The best time of the year is officially here. College basketball teams have started preseason practices.
While men's team can't get on the court for official workouts until October 15, women's teams are already in full swing in terms of practicing.
Due to new NCAA legislation women's teams could begin practicing 40 days before their first game, but can only be on the court 30 of those 40 days.
It meant that women's teams were eligible to tip it off on the practice courts this past Monday (Oct. 4). Some MAAC programs were on the court that day, others waited a day or two so that there would be fewer days off during the preseason.
We asked Brian Giorgis, whose Marist team has dominated the MAAC in recent seasons, for his impressions of the early start of practices.
"For us we're still doing things in a sense of half practicing and half preseason (conditioning) drills," said Giorgis. "The way we look at it is that starting on Oct. 15 has always been good to us. But this (the early start) basically gives us time to go at things more slowly on the court.
"Right now we're spending a lot more time in the class room. On the floor we're going over things trying to get the kids to understand the nuances of our base offense and man defense. And, we still have conditioning drills."
Giorgis, for the first time, said he has incorporated pens and pencils as part of his players' required workout apparatus.
"I've never given written tests before, but we're doing that now," he said. "I'm not concerned about whether they pass or fail. The goal isn't to find out what they know but to find out what the kids aren't understanding and, then, to make sure they do understand what we're doing. A lot of it is them understanding the terminology and understanding why we do things at certain times. So, part of helping them understand is classroom stuff, and part of it is a lot more time with film."
Marist goes into the season without 6-foot-0 forward Rachele Fitz, arguably the MAAC's most-dominant player in the league's history, who was the conference's Rookie of the Year as a freshman and its Player of the Year for the last three seasons.
But, in case you were wondering, the Red Foxes aren't likely to fall from its traditional perch atop the conference standings. Rest assured that they'll be the preseason pick to win the league title again this year when the coaches' preseason poll is revealed at the MAAC's media day on Oct. 26.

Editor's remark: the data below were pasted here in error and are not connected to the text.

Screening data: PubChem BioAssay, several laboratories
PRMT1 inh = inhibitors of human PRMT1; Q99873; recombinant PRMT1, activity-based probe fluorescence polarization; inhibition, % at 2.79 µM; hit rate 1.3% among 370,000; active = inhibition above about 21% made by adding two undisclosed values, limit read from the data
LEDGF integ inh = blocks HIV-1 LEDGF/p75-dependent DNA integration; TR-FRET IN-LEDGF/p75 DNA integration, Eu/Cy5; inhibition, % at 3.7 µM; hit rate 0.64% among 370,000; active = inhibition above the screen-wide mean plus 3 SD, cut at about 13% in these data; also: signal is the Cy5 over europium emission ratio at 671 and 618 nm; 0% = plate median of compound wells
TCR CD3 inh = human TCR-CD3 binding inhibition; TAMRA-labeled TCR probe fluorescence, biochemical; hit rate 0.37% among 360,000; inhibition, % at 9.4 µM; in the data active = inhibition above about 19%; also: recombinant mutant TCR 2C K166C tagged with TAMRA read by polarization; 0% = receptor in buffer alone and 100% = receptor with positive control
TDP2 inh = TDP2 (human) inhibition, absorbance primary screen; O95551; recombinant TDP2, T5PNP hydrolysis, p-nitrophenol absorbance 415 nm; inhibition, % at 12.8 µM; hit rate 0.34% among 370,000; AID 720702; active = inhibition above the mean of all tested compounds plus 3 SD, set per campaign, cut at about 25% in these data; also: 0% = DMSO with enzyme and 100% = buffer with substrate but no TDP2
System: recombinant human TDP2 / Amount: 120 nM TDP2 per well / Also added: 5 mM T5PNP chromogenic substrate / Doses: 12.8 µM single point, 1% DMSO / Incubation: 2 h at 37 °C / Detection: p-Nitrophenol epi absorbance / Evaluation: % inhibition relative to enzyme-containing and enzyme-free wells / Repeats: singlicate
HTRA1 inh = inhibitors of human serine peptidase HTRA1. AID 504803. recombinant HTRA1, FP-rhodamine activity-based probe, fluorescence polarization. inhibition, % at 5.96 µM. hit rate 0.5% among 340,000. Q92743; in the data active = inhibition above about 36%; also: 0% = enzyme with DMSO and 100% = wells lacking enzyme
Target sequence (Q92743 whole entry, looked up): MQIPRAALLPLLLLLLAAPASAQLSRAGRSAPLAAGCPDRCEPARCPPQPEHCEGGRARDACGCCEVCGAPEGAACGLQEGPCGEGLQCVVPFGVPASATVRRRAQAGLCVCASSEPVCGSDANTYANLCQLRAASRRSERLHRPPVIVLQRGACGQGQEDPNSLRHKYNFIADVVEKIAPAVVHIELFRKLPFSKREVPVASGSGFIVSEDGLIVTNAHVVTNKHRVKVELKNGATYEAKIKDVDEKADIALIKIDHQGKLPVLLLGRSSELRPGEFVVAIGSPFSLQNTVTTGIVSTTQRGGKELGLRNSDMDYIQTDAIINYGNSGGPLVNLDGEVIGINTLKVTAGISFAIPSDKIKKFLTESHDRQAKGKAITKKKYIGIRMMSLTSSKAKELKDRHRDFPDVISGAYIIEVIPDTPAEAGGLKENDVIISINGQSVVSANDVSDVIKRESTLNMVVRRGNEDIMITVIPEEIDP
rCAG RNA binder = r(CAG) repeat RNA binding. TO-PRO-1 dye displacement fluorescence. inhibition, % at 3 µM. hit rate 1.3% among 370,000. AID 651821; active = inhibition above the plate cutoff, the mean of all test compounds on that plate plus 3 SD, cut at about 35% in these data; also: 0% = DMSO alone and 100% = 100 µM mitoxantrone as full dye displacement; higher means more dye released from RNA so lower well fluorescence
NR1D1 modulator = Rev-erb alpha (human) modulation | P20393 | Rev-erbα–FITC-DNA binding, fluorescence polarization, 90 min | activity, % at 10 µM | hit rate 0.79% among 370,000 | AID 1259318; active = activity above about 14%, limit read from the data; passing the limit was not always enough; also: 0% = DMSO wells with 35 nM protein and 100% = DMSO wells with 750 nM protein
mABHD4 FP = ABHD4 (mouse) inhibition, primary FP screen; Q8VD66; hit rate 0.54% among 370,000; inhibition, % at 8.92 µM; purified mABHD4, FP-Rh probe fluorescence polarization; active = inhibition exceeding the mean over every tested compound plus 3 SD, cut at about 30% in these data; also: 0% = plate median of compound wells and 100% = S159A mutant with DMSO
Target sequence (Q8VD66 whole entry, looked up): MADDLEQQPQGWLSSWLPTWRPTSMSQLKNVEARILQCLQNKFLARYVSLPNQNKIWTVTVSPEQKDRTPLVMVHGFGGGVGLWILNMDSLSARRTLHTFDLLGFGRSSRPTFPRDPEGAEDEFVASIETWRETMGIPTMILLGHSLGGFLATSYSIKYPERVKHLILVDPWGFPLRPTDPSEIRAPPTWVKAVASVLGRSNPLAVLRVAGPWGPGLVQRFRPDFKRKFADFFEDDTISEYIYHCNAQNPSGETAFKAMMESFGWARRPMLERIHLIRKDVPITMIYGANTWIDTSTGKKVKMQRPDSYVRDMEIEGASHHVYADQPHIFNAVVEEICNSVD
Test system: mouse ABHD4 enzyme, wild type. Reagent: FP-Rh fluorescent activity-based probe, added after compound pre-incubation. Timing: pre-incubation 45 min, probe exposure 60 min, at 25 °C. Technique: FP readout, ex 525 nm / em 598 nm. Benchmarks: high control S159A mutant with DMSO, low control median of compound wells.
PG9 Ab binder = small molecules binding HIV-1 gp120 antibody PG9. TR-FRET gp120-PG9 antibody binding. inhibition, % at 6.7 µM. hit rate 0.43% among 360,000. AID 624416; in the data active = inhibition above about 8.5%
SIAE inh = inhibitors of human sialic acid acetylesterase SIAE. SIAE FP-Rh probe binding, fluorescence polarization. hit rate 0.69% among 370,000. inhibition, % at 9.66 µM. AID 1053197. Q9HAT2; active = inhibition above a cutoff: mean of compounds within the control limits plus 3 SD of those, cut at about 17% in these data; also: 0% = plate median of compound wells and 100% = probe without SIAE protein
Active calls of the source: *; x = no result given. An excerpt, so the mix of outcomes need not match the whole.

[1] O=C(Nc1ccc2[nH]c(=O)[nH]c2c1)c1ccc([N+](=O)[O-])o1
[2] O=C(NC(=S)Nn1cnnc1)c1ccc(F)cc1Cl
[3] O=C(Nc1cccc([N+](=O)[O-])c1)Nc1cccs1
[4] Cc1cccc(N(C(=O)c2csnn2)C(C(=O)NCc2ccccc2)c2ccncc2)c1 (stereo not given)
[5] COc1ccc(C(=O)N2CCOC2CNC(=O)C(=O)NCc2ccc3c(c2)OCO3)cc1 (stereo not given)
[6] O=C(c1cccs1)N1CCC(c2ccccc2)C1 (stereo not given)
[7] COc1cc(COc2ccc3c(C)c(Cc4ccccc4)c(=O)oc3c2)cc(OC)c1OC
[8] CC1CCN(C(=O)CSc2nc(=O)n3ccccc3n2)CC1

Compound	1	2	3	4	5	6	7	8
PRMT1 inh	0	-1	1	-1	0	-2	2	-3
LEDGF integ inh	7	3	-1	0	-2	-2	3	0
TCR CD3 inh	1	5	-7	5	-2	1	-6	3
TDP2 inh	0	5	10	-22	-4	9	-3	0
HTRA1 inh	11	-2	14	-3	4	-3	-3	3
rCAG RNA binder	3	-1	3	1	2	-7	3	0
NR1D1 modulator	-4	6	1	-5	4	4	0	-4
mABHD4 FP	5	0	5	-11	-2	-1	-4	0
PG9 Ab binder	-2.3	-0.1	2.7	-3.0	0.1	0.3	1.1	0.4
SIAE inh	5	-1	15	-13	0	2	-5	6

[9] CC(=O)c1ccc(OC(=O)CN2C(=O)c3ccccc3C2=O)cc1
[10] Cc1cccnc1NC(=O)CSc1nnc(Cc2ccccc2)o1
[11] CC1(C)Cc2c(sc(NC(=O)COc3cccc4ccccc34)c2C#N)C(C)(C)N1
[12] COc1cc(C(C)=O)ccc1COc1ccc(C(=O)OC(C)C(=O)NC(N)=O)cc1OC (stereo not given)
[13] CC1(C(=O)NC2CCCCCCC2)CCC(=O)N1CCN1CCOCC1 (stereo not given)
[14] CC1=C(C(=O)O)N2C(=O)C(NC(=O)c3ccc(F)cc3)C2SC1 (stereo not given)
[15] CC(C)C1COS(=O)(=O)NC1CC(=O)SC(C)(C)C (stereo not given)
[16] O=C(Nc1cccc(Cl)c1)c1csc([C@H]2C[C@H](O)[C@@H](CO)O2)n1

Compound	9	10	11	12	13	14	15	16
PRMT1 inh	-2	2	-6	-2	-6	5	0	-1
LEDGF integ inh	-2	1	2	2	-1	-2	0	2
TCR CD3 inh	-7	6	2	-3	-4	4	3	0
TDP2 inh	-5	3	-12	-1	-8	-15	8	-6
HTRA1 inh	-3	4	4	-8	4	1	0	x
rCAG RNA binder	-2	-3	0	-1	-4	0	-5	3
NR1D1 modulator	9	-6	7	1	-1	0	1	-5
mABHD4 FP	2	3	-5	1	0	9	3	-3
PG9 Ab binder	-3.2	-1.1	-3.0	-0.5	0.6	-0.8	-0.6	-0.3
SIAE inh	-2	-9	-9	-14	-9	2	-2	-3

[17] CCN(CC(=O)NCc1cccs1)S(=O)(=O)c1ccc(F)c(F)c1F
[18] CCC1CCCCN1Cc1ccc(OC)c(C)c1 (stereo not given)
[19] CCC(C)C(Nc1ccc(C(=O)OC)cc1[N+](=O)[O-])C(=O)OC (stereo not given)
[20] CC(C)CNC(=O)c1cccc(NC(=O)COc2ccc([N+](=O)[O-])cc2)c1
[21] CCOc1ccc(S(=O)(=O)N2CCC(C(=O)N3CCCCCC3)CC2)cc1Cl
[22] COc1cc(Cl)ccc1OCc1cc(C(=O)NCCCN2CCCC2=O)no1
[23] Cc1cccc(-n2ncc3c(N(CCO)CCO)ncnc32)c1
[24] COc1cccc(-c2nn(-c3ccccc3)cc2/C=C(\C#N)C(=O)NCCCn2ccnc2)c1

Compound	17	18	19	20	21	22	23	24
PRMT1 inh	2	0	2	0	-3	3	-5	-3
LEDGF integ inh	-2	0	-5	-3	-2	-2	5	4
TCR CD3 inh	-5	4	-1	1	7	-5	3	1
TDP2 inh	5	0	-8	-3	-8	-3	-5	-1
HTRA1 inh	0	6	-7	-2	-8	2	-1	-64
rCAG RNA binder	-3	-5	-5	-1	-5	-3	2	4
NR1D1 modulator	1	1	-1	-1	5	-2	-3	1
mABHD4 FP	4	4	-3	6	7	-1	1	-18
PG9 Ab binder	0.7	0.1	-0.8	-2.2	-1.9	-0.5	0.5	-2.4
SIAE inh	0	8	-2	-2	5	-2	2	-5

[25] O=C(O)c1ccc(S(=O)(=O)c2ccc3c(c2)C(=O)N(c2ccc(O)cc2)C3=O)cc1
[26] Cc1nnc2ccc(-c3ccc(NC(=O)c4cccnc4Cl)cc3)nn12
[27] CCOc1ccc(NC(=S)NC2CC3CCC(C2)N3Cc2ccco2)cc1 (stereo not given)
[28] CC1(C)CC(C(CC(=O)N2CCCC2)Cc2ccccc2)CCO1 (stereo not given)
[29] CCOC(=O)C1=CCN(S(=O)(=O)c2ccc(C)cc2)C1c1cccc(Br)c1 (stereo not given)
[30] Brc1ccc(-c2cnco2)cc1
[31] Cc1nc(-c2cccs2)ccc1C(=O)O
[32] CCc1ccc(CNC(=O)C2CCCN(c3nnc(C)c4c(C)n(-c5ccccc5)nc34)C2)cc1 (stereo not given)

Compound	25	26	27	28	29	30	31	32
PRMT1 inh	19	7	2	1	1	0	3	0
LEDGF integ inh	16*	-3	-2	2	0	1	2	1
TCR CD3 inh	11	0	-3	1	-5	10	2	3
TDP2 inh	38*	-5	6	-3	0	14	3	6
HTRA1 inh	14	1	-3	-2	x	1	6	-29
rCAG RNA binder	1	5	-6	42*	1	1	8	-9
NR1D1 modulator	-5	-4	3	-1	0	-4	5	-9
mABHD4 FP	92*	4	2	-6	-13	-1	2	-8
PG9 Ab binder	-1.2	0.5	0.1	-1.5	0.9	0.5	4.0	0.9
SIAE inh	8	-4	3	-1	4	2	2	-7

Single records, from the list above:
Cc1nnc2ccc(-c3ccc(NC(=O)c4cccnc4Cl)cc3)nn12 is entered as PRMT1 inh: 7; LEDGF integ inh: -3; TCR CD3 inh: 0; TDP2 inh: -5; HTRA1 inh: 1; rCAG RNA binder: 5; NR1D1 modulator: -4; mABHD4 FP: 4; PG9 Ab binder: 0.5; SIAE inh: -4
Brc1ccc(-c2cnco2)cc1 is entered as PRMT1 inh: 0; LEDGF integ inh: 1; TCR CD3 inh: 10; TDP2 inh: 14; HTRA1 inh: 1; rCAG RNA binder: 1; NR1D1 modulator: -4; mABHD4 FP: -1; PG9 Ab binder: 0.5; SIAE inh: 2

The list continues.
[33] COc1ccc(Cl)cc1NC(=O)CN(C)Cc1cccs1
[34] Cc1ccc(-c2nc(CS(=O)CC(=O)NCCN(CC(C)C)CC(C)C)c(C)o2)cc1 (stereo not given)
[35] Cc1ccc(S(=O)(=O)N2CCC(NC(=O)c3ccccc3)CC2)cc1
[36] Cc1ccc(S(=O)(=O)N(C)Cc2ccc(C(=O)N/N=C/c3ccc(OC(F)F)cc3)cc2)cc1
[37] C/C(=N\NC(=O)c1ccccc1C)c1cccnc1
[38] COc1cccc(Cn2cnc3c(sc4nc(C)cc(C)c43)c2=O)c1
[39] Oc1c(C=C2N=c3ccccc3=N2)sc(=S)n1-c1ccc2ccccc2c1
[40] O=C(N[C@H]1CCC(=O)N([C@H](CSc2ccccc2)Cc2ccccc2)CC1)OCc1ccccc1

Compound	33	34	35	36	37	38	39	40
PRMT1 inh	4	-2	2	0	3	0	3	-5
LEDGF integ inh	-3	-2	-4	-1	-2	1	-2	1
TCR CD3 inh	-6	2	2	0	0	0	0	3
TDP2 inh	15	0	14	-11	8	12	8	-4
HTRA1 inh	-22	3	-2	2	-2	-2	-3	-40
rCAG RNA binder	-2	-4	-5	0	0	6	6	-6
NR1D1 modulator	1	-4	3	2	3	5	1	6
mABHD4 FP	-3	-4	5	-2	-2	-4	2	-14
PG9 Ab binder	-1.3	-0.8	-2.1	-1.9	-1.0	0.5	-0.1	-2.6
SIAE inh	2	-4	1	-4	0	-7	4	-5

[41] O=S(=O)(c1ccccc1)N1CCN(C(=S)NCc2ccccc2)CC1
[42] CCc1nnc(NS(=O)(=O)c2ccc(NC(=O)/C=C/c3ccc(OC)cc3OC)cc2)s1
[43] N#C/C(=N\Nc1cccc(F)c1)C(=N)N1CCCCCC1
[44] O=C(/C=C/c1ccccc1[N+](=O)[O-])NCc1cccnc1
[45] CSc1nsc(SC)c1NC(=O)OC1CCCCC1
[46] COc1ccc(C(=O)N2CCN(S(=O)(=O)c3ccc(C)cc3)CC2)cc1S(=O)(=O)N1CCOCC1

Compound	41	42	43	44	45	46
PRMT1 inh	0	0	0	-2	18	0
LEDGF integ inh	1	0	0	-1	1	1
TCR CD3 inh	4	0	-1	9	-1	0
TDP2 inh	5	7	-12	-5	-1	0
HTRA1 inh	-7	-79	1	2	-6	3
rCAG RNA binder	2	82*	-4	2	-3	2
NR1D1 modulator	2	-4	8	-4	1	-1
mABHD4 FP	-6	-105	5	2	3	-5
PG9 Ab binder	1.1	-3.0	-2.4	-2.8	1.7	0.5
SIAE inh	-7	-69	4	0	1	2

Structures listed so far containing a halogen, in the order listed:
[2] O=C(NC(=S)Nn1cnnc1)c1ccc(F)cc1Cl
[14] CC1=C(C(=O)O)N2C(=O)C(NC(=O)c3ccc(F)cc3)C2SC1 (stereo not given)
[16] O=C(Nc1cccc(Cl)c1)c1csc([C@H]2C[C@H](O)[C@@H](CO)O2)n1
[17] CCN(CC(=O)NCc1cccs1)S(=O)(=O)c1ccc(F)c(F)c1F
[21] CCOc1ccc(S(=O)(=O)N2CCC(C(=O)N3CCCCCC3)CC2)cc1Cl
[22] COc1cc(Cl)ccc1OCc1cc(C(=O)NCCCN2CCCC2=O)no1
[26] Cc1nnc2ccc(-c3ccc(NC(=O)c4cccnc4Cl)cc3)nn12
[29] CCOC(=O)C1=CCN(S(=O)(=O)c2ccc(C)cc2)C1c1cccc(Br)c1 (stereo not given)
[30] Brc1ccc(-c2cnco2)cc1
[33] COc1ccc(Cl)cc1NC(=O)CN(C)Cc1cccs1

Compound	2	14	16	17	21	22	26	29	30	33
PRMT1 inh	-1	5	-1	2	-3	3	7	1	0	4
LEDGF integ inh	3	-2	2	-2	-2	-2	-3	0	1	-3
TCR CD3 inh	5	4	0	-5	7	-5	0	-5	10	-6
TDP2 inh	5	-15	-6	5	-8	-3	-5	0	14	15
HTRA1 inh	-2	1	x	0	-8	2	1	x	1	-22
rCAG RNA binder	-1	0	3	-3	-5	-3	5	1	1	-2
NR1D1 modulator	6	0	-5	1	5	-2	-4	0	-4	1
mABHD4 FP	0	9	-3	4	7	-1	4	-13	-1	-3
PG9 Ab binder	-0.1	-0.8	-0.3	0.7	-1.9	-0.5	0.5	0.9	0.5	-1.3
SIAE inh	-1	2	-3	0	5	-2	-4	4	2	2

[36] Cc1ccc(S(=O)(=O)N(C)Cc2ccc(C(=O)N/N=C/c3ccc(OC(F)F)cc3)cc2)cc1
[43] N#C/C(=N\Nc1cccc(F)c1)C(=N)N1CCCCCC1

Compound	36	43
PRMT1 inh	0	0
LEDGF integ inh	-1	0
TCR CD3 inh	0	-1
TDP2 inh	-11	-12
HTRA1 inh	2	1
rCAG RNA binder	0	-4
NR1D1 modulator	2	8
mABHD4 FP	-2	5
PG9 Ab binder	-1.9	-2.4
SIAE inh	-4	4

And, why not? Marist returns senior guard Erica Allenspach and junior guard Corielle Yarde, and both are expected to contend for the conference's Player of the Year honors.
And while the program lost Fitz, it didn't lose much else.
"What I have I have a lot of," said Giorgis, who clearly was referring to having arguably the best group of perimeter performers in the conference. "The biggest challenge owill be to have the right people play at the right times in the right situations. We'll have a lot of different kids who bring different things to the table. And, probably for the first time I really don't have a kid I'd be afraid to have in there with two minutes left to go with the game on the line."
In addition to Yard and Allenspach, Marist also returns guards 5-4 junior Kristine Best and 5-5 senior Elise Caron, and both have been key performers over the past two years. Up front key returnees include 6-4 sophomore center Kate Oliver and 6-2 junior forward Brandy Gang.
And, if that's not enough Giorgis also believes he has an emerging sophomore standout in guard Kelsey Beynnon and a strong trio of freshmen.
"Kelsey reminds me a lot of Corielle Yarde from a year ago in terms that Corielle really didn't get it as a freshman but things clicked and she had a terrific sophomore season," said Giorgis. "Kelsey, who is a legitimate 6-2 guard, could pose a lot of problems for our opponents."
Giorgis is also effusive in his praise for 5-10 freshman guards Casey Dulin and Leanne Ockenden and 6-0 freshman forward Emma O'Connor.
"Casey is real athletic with a lot of ability, Emma is one of the most-athletic players we've ever had ... a poor man's Fifi Camera (a former Marist standout and the MAAC's 2005-06 Player of the Year) and Leanne might be the best shooter we have in the program.
"Honestly, you never know, though."
Still, Giorgis and his coaching peers around the league, seems to appreciate getting an earlier than usual look at their respective teams. It's just that Giorgis, as usual, probably likes what he sees more than anyone else.